- Making any change to your cellphone contract can become tricky when it's done during a phone call with a telesales agent from your service provider
- Consumer ninja Wendy Knowler has advice on how to handle these marketing calls if you feel you must respond to them
Making any change to your cellphone contract can become tricky when it's done during a phone call.
Wendy Knowler says she gets a steady stream of complaints from people who are led to believe by a telesales agent that they're agreeing to a “migration” or change to their existing contract, which equates to a better deal.
Only later do they realise they in fact agreed to a second contract, or an upgrade of the existing contract rather than just a "tweaking".
What can you do if telesales agent gets the sale by misleading you?
Don't get duped into debt review on the phone with promises of lower repayments
Getting strange messages on your new (recycled) number? Wendy Knowler follows up
The consumer ninja relates the experience of one MTN client who wasted huge amounts of time and ended up not being to make calls after apparently being misled by an agent about an upgrade.
"He received a call from “an MTN agent” telling him that his payments would be reduced by R50 a month... and his data usage adjusted accordingly. But instead his monthly subscription jumped from R279 to R346.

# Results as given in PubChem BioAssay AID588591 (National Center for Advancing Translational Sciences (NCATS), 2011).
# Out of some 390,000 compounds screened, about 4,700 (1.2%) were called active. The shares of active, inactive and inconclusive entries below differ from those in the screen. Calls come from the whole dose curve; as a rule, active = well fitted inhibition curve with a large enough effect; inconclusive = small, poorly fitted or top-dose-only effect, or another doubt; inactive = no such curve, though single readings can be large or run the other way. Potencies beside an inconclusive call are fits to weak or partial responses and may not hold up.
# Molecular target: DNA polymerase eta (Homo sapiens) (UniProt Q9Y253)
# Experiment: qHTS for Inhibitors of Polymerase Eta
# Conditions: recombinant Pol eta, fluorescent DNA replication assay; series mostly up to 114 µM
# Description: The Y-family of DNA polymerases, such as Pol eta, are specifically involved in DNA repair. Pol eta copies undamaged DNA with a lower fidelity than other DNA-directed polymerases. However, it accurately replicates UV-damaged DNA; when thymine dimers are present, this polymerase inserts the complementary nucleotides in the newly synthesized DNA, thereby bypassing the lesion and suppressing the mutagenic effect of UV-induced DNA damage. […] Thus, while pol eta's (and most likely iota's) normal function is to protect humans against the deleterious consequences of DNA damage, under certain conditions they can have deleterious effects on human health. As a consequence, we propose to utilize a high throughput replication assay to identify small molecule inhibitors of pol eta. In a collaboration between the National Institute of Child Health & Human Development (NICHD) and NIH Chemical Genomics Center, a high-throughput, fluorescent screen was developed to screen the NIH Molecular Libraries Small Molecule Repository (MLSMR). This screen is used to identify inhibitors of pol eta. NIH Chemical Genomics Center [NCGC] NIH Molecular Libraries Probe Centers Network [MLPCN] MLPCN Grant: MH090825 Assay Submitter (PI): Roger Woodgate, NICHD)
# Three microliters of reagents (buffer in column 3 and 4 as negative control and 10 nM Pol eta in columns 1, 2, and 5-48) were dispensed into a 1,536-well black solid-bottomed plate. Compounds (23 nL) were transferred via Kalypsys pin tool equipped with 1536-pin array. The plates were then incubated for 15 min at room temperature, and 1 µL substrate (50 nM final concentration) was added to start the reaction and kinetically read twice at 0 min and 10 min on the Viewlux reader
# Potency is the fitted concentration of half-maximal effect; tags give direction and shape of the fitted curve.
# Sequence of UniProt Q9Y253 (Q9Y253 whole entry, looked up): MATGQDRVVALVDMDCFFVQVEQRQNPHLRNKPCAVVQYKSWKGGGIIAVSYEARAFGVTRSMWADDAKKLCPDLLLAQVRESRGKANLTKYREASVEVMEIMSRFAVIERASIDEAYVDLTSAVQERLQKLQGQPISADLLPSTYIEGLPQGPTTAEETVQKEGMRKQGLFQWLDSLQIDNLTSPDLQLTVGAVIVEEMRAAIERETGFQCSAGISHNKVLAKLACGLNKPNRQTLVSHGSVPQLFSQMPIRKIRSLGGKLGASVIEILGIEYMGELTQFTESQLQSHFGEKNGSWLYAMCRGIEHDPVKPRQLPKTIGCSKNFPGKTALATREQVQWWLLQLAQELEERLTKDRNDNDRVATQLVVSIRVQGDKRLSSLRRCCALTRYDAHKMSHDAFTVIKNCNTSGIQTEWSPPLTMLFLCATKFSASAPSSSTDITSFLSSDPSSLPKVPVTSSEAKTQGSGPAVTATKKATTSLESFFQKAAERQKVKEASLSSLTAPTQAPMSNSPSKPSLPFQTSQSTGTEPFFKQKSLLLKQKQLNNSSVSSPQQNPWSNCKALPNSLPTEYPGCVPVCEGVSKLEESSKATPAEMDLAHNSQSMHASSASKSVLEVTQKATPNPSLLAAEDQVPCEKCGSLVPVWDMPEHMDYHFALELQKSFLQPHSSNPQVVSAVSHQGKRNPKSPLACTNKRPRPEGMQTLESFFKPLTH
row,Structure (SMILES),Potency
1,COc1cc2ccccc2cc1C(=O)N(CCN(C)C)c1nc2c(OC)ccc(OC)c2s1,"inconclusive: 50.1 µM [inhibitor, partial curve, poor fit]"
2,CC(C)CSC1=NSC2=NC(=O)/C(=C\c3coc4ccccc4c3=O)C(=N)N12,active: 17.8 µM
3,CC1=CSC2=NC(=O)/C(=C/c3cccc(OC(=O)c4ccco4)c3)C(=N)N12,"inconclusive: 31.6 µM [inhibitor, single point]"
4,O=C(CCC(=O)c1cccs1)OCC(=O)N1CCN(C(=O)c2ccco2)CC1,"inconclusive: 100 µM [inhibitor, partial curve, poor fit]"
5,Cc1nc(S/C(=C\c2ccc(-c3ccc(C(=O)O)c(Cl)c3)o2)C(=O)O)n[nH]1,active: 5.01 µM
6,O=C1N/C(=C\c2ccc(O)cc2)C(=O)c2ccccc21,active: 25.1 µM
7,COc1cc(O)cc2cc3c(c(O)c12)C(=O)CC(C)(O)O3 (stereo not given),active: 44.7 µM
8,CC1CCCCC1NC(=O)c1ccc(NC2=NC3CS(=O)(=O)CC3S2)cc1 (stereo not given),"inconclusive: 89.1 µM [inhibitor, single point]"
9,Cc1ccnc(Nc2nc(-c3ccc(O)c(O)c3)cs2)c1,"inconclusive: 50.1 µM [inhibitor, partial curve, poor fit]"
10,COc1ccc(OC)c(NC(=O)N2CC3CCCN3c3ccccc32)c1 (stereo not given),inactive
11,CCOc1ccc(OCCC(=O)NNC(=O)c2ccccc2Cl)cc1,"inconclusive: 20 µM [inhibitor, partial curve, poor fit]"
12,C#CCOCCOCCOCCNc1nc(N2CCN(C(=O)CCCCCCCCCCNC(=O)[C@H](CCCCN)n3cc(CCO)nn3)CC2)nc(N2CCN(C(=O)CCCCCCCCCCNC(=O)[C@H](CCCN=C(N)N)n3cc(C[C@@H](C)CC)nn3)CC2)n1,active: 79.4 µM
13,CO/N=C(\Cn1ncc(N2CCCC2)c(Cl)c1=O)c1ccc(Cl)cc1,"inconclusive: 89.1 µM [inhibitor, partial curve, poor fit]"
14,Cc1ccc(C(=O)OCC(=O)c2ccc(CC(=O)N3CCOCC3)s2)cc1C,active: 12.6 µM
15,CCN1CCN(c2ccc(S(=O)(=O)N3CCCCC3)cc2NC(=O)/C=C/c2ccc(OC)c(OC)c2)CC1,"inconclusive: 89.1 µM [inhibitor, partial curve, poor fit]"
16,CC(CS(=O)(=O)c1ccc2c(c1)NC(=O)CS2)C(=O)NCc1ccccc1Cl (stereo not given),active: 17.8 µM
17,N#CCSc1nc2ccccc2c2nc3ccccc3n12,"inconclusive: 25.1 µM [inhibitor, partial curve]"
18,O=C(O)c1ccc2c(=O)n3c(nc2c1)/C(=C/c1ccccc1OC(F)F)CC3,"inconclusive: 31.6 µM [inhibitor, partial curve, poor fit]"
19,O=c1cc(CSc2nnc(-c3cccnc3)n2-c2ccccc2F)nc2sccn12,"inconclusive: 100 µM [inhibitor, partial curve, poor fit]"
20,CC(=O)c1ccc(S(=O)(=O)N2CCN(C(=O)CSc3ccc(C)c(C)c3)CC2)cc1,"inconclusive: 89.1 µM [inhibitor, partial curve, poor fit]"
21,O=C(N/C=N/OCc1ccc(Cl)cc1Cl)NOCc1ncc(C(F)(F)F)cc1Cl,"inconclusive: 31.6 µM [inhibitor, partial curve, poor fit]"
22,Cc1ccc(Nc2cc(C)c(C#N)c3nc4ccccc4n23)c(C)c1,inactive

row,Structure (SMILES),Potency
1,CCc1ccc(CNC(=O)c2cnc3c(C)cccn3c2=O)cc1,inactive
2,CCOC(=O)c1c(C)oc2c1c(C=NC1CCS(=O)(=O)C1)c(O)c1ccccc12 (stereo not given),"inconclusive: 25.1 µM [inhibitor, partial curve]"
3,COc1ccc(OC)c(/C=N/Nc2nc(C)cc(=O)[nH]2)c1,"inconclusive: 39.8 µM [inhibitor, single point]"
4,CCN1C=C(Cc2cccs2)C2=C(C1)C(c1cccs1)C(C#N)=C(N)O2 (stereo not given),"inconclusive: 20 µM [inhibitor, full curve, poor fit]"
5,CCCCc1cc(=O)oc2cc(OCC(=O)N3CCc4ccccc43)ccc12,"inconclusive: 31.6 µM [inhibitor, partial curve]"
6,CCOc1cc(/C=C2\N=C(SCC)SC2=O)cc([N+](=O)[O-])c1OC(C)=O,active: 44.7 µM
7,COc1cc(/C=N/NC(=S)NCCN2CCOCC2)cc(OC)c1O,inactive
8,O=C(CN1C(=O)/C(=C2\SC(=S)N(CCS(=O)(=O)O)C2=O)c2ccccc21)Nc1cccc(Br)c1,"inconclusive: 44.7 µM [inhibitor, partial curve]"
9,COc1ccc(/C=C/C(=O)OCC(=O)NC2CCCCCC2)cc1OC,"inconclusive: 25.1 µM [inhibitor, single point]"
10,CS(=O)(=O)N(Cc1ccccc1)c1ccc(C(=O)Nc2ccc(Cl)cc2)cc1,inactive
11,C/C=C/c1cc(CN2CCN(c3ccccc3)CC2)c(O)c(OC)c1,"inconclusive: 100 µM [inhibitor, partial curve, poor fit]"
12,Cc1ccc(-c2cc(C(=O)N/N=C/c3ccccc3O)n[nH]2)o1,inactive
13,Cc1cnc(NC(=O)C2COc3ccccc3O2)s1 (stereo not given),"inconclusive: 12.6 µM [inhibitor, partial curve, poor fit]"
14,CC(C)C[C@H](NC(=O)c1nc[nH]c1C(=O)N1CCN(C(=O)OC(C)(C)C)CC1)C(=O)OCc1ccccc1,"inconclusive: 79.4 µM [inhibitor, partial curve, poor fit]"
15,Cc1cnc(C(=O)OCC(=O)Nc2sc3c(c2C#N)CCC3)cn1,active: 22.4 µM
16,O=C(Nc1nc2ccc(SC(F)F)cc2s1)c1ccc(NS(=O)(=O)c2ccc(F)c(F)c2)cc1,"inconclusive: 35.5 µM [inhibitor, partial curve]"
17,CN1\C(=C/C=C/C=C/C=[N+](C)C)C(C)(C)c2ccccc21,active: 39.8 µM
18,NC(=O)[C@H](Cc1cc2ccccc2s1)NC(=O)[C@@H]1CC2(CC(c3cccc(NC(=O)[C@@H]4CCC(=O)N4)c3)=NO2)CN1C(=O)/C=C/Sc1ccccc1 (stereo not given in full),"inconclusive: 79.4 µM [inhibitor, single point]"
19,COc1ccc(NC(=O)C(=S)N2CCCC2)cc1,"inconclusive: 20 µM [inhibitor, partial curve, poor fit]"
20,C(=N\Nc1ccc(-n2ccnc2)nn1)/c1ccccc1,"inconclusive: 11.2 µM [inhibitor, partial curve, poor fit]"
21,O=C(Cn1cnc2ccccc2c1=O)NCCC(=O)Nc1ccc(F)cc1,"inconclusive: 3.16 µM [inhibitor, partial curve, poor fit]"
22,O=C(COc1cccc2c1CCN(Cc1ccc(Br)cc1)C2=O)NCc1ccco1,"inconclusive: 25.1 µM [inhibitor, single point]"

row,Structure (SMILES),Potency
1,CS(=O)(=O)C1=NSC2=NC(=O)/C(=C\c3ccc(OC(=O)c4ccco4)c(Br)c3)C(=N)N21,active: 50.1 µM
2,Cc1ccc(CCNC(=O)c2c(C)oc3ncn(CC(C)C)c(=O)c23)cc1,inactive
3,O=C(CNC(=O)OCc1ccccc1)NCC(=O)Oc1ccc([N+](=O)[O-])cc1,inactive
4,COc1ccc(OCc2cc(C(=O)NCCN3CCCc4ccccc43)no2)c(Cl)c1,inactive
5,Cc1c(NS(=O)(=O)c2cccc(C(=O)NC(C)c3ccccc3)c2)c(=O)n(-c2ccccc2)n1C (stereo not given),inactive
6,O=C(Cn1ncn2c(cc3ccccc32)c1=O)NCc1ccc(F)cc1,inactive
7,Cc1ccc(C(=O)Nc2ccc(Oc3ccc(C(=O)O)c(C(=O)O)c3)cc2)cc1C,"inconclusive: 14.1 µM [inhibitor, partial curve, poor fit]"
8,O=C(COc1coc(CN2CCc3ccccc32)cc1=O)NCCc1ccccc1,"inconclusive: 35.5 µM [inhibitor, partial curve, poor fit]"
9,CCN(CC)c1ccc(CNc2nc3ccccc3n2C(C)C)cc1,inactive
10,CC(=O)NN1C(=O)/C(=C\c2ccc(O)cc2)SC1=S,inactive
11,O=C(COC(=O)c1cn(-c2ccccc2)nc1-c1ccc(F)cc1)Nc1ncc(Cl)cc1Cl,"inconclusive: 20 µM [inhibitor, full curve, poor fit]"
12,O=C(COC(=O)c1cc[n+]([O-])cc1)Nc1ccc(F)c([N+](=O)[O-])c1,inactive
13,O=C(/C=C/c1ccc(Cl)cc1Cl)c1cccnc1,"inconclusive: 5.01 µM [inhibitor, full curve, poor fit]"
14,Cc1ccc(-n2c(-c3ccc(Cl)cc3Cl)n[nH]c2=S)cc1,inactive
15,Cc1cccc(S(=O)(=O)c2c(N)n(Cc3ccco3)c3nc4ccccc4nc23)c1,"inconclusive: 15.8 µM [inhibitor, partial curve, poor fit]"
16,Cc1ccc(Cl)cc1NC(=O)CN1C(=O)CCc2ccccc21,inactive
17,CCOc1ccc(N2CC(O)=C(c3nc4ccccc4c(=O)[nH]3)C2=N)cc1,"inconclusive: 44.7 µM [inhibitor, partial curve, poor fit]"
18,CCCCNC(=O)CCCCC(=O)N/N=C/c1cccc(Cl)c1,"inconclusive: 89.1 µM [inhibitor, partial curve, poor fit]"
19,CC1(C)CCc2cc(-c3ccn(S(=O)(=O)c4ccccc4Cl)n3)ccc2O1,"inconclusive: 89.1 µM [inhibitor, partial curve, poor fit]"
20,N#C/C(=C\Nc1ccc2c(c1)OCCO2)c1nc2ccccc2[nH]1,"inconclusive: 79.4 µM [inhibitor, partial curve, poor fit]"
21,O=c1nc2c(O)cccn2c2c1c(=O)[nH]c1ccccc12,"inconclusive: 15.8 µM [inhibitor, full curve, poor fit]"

Wendy Knowler, Consumer journalist
I have been paying them the reduced amount of R249pm - in accordance with what I was told on the phone - but they have disconnected my phone. I can't make any calls. I believe that this is in bad faith, as it has also affected my credit score.
Bernard, MTN client
The situation was resolved only when Knowler intervened.
If you MUST respond to these marketing calls, before the call ends, summarise what you were offered she advises.
Use lines like the following:
“SO this is NOT AN UPGRADE, but a migration of my existing contract to a cheaper deal..."
“SO you are giving me a better deal on my existing contract, not committing me to a second cellphone contract?”
In this way you can easily prove that you were misled if that turns out to be the case, says Knowler.
Ideally, you should also record the conversation yourself.
"So when the caller says 'Please be advised that this call is being recorded…' you can say: 'Great, please be advised that I am about to secure my own recording of this call. Just a second… right, go ahead.'”
Scroll up to listen to listen to the interview with Knowler
This article first appeared on CapeTalk : Cellphone contracts: 'DON'T agree to any changes on a call with telesales agent'